No staying in Iraq
Basra and the oil fields south of the city
The viability of permanent US bases in Iraq
Fri Dec 01, 2006 at 07:09:50 AM PST
The fantasy world of the Bush administration is proving remarkably resistant to facts on the ground. It appears that Bush's refusal to withdraw from Iraq is connected to the notion that US forces can withdraw to a few heavily-defended superbases and defy the will of the insurgents while continuing to project US power in the Mideast. This strategy is untenable, for the following reasons:
- US logistics in Iraq depend on the road network. The bulk of US supplies are trucked in over long roads from ports in Kuwait. Without active patrolling to secure the road network, the bases will be cut off from food, fuel, and ammunition. The US does not have enough tactical airlift capacity to supply a dozen large bases in Iraq in a hostile environment.
- US bases in Iraq are big targets for mortars and rockets. As the insurgents improve their organization and training, their use of long-range weapons will grow more effective. If Iran or the Saudis supply insurgents with modern multiple-launch rockets, insurgents will be able to mount devastating strikes against US bases. Even inaccurate bombardment of US bases will impose a heavy psychological burden on US troops serving there.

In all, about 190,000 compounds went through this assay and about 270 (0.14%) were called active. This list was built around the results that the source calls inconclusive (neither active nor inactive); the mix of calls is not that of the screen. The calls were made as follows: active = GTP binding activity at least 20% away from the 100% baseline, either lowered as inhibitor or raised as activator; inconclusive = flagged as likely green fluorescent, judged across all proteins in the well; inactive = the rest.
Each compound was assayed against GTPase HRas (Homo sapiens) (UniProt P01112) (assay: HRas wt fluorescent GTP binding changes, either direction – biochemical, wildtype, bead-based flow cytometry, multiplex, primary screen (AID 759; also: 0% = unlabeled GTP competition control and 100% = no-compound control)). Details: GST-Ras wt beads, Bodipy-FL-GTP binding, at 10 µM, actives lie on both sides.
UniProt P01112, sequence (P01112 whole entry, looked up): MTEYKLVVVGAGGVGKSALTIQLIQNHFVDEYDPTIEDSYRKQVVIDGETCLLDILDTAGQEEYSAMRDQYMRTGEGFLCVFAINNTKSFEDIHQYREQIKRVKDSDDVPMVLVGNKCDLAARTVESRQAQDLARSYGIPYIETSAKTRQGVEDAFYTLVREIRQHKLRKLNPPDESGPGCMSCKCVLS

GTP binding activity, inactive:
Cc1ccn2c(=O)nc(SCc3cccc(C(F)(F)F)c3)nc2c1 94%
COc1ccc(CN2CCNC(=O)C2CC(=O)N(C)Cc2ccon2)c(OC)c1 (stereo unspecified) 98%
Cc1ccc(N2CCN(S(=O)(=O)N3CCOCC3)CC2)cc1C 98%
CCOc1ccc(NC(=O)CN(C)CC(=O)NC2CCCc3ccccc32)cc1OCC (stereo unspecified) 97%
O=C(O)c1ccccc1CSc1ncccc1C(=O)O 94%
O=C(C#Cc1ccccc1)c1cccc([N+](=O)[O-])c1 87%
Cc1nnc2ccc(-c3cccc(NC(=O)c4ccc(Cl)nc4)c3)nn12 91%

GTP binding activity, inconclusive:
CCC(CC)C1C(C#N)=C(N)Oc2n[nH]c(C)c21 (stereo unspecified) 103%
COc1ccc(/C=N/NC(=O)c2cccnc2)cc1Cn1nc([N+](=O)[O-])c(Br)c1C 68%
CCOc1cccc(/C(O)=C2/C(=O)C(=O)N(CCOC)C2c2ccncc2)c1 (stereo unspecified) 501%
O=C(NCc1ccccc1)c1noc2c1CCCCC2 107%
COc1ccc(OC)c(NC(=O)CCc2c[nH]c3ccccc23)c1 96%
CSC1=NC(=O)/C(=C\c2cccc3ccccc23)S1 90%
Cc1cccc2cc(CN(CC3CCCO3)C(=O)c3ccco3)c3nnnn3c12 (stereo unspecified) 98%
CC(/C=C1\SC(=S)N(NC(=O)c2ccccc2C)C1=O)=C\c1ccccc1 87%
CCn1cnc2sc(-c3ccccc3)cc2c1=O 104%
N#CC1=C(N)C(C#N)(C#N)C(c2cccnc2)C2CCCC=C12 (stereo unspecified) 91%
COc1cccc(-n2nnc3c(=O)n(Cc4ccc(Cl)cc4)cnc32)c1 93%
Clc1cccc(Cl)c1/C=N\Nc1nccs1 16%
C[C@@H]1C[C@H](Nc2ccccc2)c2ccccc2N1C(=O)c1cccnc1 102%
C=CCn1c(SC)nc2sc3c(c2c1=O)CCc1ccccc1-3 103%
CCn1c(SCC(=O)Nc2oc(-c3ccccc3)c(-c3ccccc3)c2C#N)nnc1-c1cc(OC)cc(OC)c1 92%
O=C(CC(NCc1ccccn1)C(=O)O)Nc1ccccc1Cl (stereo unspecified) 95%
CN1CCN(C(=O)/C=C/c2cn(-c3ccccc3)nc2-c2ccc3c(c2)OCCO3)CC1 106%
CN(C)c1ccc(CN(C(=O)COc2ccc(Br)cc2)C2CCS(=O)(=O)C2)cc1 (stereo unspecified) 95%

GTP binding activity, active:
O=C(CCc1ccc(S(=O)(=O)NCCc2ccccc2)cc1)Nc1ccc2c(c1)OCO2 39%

- The oil infrastructure of Iraq cannot be protected by US troops hunkered down in heavily defended bases. Oil facilities are fragile and easily damaged by hit-and-run attacks. Without active patrolling of hundreds of miles of pipelines and thousands of key oil facilities, the US forces will be helpless to perform their key mission: guarding "our" oil.
- US bases cannot be concealed from the Iraqis. No matter how much the US forces isolate themselves from Iraqi society, the people of Iraq will view the presence of US troops as a direct challenge to their sovereignty. No Iraqi politician will be able to support the long-term presence of US forces in Iraq.
These significant obstacles to maintaining permanent US bases in Iraq, which even a school child could grasp, seem to evade the understanding of our incompetent President. Let us hope that the new Congress can compel him to end the Iraq debacle before many more young Americans die for nothing in Iraq.
The land south of Basra is hard to actually secure. If a guerrilla force decided to make it inoperable, bunkered down US forces would do nothing to secure it.
posted by Steve @ 10:19:00 AM